Siting a Geological Disposal Facility
In July 2014, the Government, through a White Paper – Implementing Geological Disposal, launched a new process aimed at identifying a site (or sites) for the disposal of the UK’s Higher Activity Radioactive Wastes (HAW). NuLeAF has produced a Briefing Paper on the White Paper and the issues relating to local government.
The White Paper has sought to build on the lessons learnt from the previous Managing Radioactive Waste Safely process (see below), while maintaining the core commitment that a Geological Disposal Facility would only be sited in a community that volunteers to enter into the process, and later agrees to proceed with development. Only communities in England, Wales and Northern Ireland can enter the process – Scotland has a different approach to HAW management.
Communities entering the siting process will receive up to £1 million per year in community funds rising to £2.5 million per year. The community chosen to host the Geological Disposal Facility will receive hundreds of millions of pounds of community investment in addition to the direct employment provided. A diagram ‘Geological disposal: making it happen’ shows the progress of siting process (see below – click to enlarge).
The White Paper recognised that more work needed to be done on a range of issues including how a community is defined, who should be represented on any local siting partnership, how community funds should be managed, and how local support for proceeding with the development should be tested. These issues were considered by a Community Representation Working Group (CRWG) which reported to Government in summer 2016. At the same time work has been undertaken considering the geological and land use planning aspects of the process.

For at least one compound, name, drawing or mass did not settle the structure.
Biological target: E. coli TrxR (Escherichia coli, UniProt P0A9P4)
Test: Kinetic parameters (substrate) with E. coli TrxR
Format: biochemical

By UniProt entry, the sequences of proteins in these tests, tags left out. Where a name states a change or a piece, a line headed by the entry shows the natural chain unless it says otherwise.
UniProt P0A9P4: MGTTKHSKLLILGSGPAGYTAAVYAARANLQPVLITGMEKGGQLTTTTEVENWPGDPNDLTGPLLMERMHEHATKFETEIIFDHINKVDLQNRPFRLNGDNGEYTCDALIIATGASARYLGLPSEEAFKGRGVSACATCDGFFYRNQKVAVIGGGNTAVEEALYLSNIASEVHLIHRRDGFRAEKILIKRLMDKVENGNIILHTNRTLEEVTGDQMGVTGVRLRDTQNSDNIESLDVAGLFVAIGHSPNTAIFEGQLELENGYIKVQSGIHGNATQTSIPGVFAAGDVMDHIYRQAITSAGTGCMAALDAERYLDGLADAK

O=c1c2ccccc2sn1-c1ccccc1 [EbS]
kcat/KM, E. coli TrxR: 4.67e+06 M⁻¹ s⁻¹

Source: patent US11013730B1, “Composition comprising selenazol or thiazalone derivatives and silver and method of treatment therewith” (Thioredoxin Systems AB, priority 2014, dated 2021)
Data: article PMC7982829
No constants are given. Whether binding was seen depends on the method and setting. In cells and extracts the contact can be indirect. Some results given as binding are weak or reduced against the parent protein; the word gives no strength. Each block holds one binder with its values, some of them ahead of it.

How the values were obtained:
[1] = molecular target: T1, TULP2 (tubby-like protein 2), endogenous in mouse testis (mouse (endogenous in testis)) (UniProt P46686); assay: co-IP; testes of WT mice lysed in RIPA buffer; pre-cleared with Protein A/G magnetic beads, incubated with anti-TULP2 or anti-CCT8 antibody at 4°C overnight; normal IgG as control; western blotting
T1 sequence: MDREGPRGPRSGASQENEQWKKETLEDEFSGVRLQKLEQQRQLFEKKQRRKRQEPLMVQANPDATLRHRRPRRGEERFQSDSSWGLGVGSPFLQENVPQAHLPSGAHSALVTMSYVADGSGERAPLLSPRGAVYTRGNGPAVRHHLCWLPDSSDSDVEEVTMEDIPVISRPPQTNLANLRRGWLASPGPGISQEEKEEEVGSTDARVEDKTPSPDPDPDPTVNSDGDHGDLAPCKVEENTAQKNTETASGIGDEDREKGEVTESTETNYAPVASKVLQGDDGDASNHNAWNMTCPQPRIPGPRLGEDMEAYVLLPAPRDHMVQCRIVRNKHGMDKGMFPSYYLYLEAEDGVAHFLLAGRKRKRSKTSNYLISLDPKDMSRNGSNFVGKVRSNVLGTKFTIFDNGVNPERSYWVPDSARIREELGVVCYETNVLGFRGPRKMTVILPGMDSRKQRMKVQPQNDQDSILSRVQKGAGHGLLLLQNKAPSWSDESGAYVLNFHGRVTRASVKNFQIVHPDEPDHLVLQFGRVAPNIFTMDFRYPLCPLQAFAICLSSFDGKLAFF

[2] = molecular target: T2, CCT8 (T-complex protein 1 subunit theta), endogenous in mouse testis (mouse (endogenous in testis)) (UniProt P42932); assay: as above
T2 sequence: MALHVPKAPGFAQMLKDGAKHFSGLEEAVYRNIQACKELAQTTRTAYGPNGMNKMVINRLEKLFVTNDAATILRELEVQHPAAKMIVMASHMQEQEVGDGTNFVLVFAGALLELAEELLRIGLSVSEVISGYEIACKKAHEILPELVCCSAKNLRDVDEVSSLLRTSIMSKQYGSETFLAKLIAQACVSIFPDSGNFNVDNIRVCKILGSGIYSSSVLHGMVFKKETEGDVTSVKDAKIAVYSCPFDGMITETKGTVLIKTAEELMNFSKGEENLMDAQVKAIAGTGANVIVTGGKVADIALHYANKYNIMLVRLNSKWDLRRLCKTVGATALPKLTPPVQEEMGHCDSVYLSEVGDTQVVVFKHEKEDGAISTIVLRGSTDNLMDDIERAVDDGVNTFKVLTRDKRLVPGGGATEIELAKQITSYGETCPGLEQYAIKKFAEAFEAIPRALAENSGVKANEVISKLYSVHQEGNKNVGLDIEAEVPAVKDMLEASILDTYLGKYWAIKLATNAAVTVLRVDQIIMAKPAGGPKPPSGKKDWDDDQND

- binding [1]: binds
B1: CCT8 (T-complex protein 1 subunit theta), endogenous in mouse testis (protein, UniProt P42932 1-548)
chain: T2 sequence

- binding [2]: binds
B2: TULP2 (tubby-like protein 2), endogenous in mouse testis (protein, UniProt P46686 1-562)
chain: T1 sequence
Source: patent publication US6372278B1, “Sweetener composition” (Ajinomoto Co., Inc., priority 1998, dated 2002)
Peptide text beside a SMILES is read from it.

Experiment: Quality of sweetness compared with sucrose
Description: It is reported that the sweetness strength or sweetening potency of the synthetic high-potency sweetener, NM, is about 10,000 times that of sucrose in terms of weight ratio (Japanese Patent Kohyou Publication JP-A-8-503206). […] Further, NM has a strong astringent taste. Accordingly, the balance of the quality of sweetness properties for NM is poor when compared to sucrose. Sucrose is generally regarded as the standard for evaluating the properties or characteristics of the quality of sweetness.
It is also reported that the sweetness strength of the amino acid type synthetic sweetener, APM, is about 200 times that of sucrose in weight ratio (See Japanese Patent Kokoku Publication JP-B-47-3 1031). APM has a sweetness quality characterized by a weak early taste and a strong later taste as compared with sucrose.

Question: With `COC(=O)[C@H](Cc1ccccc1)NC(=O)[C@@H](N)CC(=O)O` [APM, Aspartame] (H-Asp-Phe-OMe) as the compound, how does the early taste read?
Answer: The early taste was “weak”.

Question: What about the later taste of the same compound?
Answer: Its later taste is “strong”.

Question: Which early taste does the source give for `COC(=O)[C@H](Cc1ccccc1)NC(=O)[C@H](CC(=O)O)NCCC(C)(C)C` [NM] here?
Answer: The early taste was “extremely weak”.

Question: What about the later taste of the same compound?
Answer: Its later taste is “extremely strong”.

Working with Communities and Land-use Planning consultations, 2018
On 25th January, BEIS and the Welsh Government opened consultations on working with communities and land use planning as part of the Geological Disposal Facility (GDF) siting process in England, Wales and Northern Ireland. The consultations will run until 11.45pm on the 19th April 2018. The consultations can be found on the BEIS website here:
- Working with Communities (England and Northern Ireland) https://www.gov.uk/government/consultations/working-with-communities-implementing-geological-disposal;
- National Policy Statement (England and Northern Ireland) https://www.gov.uk/government/consultations/national-policy-statement-for-geological-disposal-infrastructure; and
- Geological Disposal of Radioactive Waste: engaging communities (Wales) https://consultations.gov.wales/consultations/geological-disposal-radioactive-waste.
As part of the consultations, BEIS will be hosting workshops on the community consultation in 5 locations across England, along with a technical event on the planning consultation. Details of the timing and location of the workshops has yet to be finalised, and will be posted on this webpage when they are available.
NuLeAF will be organising a GDF workshop as part of the Steering Group meeting being held in Manchester on 21st March, with presentations from BEIS and RWM. This will allow members an additional opportunity to consider the proposals and to provide input to NuLeAF’s responses to the consultations which will be shared with members prior to the meeting.